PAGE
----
Messages
135
We run it in our semi year round but we also have a oil pan heater to go with the block heater. I would not feel to comfortable starting a engine below -10 or 15f without heating the oil pan somehow using 15/40. (set a qt outside and see how it pours this winter.)
The block heater will make you machine start, but it won't warm the pan much. If you tarp the loader and plug in all night it will some then. (Magnetic heaters are available that stick to the oil pan.) But not in a hour or two.
We use 15/40 alot in out site prep skidders (engine and hydraulics) but they only run in or out of the shop in the winter for maintenance. The hydraulics will barely move at 0 f until they run for 10 minutes.
I have never seen where Bobcat recommends anything heavier then 10/30. So why run a heavy oil even for summer use? I have never had a engine die at low hours on me and its hard to say if 15/40 will run more hours then say 5/30.
But I do know when you start a engine at -15 and colder, its a long 5 to 10 seconds before the pressures comes up and thicker oil makes it longer.
My Nh runs a small steel line (like a injector line) from the cam and crankshaft galleries to the head for the valves and rocker. The oil pressure sender is up on the head end. One -20 day last winter, I had 10/30 in it and for some reason I had left it outside over night. I needed it the next day (had not planned to use it but) so I plugged it in for a hour and it fired right up. I left it to run and was walking away and it died. I though it froze up the fuel. But when I walked back to it the buzzer was going and the engine had shut off because 30 seconds had elapsed (that the figure the shutdown system uses) and it still had no pressure at the sender. This is when I learned about the small line. Then I did not know if I should try it again or not. I tarped it up and put a heater under it for 2 more hours and it was ok. Made a point of parking it in the shop the rest of the winter. later I spoke to the NH dealer and they said 0w 40 year round. It has survived without any trouble since. But that was a sick feeling. I ran 0/40 all last summer without incident.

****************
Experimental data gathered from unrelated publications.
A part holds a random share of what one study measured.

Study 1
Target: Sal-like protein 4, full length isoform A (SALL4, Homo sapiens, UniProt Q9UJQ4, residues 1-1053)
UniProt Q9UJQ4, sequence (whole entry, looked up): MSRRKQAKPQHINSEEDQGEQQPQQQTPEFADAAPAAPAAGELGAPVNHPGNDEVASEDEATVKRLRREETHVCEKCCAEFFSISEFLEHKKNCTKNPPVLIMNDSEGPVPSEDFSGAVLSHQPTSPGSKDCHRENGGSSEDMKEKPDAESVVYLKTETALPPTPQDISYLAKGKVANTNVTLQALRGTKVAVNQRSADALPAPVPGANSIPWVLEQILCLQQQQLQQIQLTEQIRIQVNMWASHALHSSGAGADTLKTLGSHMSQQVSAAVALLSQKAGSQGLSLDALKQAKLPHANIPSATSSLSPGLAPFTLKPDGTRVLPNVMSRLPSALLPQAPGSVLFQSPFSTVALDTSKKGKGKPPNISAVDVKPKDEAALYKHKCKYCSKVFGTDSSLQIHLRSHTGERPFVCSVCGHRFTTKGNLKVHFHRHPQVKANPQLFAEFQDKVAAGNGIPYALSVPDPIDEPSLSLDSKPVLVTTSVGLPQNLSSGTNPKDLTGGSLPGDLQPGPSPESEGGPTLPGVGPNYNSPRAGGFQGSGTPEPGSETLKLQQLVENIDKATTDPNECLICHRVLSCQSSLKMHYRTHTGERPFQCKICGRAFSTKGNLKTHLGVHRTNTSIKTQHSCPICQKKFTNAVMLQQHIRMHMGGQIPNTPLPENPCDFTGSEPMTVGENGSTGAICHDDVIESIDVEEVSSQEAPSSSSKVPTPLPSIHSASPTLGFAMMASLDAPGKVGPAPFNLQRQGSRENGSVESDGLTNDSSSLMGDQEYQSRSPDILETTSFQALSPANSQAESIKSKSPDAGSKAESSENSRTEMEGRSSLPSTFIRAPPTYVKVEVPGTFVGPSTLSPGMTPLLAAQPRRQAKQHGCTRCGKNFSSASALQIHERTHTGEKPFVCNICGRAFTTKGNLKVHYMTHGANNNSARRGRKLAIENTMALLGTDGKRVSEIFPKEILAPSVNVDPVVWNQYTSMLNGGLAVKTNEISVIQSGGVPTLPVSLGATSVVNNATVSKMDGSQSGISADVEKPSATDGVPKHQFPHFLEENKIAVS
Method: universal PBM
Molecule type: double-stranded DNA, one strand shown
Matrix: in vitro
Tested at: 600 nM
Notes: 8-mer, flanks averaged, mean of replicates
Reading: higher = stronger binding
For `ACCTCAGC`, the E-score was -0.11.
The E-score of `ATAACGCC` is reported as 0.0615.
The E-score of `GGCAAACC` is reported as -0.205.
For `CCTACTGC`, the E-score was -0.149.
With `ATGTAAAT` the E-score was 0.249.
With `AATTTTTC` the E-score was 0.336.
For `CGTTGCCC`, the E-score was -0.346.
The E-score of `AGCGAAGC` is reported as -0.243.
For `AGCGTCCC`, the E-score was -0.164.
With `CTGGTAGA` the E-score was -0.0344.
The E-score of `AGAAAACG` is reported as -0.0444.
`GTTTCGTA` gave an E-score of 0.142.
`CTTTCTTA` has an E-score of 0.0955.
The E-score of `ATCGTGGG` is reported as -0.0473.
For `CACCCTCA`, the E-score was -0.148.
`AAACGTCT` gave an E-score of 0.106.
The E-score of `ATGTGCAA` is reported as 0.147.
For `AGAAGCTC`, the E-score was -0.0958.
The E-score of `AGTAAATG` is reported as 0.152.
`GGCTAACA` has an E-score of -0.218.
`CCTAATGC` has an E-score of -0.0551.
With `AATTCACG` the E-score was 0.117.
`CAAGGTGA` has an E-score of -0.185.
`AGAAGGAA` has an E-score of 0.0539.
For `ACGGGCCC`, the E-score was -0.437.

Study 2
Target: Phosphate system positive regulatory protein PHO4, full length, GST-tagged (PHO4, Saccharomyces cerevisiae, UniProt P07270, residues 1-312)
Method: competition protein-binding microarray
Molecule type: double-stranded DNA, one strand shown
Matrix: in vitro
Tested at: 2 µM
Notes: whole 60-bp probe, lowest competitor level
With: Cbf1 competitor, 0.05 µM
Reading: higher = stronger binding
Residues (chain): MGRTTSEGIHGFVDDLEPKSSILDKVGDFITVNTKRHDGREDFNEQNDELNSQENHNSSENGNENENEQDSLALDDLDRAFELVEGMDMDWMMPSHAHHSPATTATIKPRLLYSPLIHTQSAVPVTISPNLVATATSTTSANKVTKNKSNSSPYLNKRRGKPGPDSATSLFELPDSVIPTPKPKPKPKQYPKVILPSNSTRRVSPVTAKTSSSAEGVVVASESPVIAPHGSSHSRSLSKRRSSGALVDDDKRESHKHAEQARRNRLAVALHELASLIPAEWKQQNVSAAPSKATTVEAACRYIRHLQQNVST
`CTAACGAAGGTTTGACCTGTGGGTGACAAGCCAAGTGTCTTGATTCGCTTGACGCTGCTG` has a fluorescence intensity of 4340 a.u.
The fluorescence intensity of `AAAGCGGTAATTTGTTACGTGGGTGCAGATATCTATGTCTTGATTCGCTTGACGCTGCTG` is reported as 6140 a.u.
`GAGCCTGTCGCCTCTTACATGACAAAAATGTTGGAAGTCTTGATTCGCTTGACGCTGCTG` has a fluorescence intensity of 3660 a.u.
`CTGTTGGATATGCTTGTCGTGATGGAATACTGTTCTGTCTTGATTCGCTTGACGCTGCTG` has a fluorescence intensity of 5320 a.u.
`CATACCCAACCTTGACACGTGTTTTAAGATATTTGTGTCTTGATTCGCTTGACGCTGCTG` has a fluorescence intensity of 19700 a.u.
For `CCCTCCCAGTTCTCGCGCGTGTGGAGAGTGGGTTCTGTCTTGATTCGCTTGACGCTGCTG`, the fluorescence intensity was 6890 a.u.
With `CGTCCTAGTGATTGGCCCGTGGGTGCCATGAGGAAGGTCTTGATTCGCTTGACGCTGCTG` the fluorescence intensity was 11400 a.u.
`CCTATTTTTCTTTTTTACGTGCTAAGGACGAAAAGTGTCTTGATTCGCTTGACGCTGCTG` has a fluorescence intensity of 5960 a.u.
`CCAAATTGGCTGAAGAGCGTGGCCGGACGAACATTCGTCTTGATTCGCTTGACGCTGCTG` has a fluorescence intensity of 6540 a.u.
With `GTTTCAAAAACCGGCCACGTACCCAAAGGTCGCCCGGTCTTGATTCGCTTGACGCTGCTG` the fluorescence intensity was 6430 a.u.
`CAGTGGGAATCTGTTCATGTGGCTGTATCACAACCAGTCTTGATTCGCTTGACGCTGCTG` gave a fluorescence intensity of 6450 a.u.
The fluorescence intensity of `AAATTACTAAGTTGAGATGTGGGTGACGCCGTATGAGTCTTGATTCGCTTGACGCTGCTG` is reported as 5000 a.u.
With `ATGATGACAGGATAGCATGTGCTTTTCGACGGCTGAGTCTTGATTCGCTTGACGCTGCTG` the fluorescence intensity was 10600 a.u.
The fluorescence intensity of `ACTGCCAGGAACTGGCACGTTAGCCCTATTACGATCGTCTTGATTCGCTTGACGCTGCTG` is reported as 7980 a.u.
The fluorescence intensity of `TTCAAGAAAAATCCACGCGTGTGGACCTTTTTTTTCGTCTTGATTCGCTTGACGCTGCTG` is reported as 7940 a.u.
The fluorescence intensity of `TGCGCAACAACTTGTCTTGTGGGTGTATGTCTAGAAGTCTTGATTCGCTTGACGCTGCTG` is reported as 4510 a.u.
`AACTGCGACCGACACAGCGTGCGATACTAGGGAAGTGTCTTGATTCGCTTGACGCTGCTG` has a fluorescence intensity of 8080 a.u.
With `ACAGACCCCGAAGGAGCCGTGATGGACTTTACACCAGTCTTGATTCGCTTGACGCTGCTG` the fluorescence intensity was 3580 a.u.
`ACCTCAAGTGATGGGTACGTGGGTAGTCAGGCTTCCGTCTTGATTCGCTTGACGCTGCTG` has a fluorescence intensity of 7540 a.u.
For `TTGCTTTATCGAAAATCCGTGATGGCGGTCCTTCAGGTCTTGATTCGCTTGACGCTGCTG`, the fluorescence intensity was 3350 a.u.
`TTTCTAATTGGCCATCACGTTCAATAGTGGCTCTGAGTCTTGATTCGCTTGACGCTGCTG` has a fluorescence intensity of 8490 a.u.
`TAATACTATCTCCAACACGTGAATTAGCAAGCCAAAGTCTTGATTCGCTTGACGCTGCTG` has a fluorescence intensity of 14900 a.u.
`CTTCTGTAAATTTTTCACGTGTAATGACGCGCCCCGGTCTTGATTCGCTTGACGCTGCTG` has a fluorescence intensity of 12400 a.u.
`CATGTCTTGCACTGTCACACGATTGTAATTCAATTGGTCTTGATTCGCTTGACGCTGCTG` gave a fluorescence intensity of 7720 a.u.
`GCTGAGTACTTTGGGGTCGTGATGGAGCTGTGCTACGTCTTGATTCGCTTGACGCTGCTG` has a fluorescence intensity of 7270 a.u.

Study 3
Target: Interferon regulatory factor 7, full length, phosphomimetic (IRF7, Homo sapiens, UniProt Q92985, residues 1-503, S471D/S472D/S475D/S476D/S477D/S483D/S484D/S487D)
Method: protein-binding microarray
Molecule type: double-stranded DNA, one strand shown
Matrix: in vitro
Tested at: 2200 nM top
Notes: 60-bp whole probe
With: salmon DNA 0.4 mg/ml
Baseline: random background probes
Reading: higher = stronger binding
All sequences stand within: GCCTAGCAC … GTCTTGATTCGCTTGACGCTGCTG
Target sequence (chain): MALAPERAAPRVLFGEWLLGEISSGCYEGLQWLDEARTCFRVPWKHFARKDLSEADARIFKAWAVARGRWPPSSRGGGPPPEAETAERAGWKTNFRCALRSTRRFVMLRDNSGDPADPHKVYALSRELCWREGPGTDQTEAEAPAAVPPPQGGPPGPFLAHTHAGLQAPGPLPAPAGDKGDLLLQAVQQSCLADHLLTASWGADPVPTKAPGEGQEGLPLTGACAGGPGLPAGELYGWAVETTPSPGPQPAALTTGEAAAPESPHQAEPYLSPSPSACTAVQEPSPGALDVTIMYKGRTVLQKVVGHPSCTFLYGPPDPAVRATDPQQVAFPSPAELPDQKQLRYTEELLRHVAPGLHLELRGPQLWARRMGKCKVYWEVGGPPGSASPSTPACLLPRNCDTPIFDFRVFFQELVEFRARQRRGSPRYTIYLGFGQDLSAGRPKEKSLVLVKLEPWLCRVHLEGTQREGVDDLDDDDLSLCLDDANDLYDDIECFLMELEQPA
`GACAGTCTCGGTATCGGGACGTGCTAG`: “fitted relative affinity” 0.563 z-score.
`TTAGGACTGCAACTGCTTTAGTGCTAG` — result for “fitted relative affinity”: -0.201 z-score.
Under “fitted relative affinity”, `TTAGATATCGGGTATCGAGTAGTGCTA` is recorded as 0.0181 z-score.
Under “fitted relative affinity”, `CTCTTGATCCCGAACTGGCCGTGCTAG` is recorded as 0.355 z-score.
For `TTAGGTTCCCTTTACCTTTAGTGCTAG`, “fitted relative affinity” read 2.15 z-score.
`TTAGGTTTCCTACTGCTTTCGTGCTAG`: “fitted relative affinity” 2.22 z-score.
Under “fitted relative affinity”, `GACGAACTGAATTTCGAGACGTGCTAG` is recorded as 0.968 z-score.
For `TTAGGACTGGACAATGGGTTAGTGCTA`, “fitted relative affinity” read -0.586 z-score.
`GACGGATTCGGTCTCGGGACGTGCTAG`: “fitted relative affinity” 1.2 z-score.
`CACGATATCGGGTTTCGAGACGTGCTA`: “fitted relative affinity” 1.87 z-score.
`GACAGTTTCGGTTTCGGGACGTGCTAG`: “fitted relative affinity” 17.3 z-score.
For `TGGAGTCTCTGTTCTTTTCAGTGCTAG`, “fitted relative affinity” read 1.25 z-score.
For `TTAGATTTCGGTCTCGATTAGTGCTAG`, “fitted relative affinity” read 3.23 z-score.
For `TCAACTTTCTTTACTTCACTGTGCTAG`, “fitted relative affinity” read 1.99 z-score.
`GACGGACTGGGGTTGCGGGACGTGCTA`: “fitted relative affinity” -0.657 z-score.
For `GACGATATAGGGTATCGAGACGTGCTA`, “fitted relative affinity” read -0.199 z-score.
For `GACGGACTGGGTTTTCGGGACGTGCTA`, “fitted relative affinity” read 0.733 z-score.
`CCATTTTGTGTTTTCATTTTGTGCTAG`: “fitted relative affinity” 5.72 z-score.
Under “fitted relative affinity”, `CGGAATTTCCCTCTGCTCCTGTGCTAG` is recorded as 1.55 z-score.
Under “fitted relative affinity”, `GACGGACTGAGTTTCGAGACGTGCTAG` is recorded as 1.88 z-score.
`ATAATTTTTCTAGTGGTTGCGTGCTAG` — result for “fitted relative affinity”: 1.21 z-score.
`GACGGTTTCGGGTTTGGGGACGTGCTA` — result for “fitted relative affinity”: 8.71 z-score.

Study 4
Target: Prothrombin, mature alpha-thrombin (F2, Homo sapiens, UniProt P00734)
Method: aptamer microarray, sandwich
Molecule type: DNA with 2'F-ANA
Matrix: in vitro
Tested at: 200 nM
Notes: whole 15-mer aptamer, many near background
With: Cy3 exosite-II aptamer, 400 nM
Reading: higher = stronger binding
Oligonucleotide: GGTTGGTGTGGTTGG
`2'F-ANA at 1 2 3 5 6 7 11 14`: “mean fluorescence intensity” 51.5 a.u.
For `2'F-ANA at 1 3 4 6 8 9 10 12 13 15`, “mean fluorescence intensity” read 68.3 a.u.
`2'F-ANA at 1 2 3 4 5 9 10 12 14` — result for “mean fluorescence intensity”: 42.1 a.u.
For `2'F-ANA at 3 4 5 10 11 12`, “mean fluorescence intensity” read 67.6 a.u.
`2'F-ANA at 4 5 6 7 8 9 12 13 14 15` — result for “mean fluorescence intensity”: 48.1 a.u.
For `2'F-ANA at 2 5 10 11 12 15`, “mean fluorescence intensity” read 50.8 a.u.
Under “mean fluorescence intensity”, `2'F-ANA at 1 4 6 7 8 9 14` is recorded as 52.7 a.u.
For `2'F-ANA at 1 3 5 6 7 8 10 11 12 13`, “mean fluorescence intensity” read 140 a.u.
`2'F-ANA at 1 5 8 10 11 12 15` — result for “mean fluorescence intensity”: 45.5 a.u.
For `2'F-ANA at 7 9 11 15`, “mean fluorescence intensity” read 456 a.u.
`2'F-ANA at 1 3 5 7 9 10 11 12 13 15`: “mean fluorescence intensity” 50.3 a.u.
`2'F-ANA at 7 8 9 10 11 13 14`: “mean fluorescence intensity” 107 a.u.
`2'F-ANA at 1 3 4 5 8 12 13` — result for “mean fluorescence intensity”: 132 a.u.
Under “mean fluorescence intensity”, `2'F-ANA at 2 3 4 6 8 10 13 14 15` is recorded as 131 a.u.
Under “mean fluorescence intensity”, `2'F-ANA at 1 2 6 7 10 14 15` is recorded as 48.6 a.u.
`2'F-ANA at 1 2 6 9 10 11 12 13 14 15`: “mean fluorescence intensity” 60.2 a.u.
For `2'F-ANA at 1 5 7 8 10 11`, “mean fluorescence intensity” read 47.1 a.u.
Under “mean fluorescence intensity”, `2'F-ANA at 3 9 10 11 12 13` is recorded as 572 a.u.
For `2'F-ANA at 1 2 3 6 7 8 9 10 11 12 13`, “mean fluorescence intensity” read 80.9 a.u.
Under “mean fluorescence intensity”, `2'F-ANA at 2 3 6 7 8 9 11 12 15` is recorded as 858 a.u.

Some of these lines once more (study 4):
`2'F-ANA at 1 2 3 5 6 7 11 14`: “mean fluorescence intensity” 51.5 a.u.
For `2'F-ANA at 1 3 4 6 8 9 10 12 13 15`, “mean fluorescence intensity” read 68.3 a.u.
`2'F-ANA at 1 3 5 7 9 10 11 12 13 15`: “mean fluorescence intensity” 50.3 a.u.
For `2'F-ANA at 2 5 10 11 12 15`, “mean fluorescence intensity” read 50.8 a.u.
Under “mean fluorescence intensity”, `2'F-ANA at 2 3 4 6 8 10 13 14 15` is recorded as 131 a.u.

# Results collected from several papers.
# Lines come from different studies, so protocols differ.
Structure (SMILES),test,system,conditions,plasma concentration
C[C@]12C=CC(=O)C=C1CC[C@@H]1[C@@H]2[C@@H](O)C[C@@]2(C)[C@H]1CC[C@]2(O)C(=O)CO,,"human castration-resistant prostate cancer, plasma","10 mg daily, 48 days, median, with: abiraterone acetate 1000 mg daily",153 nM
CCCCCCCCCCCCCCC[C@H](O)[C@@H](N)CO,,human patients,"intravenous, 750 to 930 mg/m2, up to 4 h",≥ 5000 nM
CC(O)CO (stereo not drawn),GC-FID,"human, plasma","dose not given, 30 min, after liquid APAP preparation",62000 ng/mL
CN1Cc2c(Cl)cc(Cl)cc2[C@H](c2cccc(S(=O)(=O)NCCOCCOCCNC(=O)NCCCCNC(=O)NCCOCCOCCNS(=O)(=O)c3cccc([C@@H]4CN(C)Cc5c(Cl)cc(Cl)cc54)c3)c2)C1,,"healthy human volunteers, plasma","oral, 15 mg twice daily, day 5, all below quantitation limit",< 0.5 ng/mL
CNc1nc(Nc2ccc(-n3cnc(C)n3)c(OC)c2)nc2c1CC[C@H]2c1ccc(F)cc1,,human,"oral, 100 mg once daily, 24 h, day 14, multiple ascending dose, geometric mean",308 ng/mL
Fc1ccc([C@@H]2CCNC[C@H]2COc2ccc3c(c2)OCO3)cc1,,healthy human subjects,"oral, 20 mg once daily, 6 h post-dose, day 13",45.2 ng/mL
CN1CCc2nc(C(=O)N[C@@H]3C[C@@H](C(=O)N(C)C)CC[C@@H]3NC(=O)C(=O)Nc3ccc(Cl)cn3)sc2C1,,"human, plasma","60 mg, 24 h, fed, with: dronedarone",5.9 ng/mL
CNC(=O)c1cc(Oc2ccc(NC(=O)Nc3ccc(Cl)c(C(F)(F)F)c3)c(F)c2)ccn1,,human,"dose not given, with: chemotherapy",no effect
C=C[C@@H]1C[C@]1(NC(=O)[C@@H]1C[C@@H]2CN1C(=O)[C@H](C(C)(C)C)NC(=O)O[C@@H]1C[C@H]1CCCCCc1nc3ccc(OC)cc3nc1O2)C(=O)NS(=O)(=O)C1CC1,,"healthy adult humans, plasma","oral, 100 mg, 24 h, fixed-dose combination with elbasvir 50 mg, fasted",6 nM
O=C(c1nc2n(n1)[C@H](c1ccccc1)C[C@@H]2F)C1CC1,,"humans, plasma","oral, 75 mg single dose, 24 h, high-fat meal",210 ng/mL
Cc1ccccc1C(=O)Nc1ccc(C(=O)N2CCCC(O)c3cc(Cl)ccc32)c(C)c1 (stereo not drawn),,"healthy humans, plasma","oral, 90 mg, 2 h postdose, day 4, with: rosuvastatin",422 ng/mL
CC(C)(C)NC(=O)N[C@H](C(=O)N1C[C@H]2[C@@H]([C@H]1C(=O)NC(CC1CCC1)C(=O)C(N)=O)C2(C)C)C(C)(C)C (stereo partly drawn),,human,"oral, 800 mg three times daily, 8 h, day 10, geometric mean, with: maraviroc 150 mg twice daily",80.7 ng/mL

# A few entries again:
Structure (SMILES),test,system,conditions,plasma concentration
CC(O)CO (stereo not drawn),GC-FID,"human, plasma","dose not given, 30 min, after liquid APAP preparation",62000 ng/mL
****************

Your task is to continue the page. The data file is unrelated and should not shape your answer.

I believe in heavy oil for summer use, but if its all season use, I more of a fan of light oil, especially for engines I tend to run in short intervals, like my skidsteers. Unlike our semi that starts once and never gets cold the rest of the day.
My $.02
Ken
Thanks for the info guys. I have a heated shop to store it in, I will just make shure that its in there every night. Sometimes it gets left outside when I am doing a woodworking project or something and need the floor space. No problem though, I can plug it in and tarp it with another heater to heat the pan. Thanks.
 

skidsteer.ca

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Jan 20, 2006
Messages
3,853
Thanks for the info guys. I have a heated shop to store it in, I will just make shure that its in there every night. Sometimes it gets left outside when I am doing a woodworking project or something and need the floor space. No problem though, I can plug it in and tarp it with another heater to heat the pan. Thanks.
We were -6 f this morning with a stiff breeze that set the wind chill @ -18
First sub zero F day of the fall
Ken
 

Fishfiles

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Joined
Feb 8, 2007
Messages
1,698
We were -6 f this morning with a stiff breeze that set the wind chill @ -18
First sub zero F day of the fall
Ken
Location and climate conditions need to be factored in the decision of selecting your grade of oils , weather it be engine or hydraulics -----I feel for you'll below freezing as I personally I can't handle it , Down here on the Bayou it was too cold for me yeaterday as we had 46 for a nightly low , 51 for a morning low and 63 as a 3pm high , and believe it or not I seen problems related to the change of weather yesterday , 334 Bobcat flashing a 2-17 code which meant plugged charge filter , it had 15w40 in the hydraulic tank , once warmed up the code went away , I believe hydraulic oil in the hydraulic tank is the way to go , down here I believe 15-40 is better than the 10-30 Bobcat recomendation in the engines as it gets really hot in the summer and mild in the winter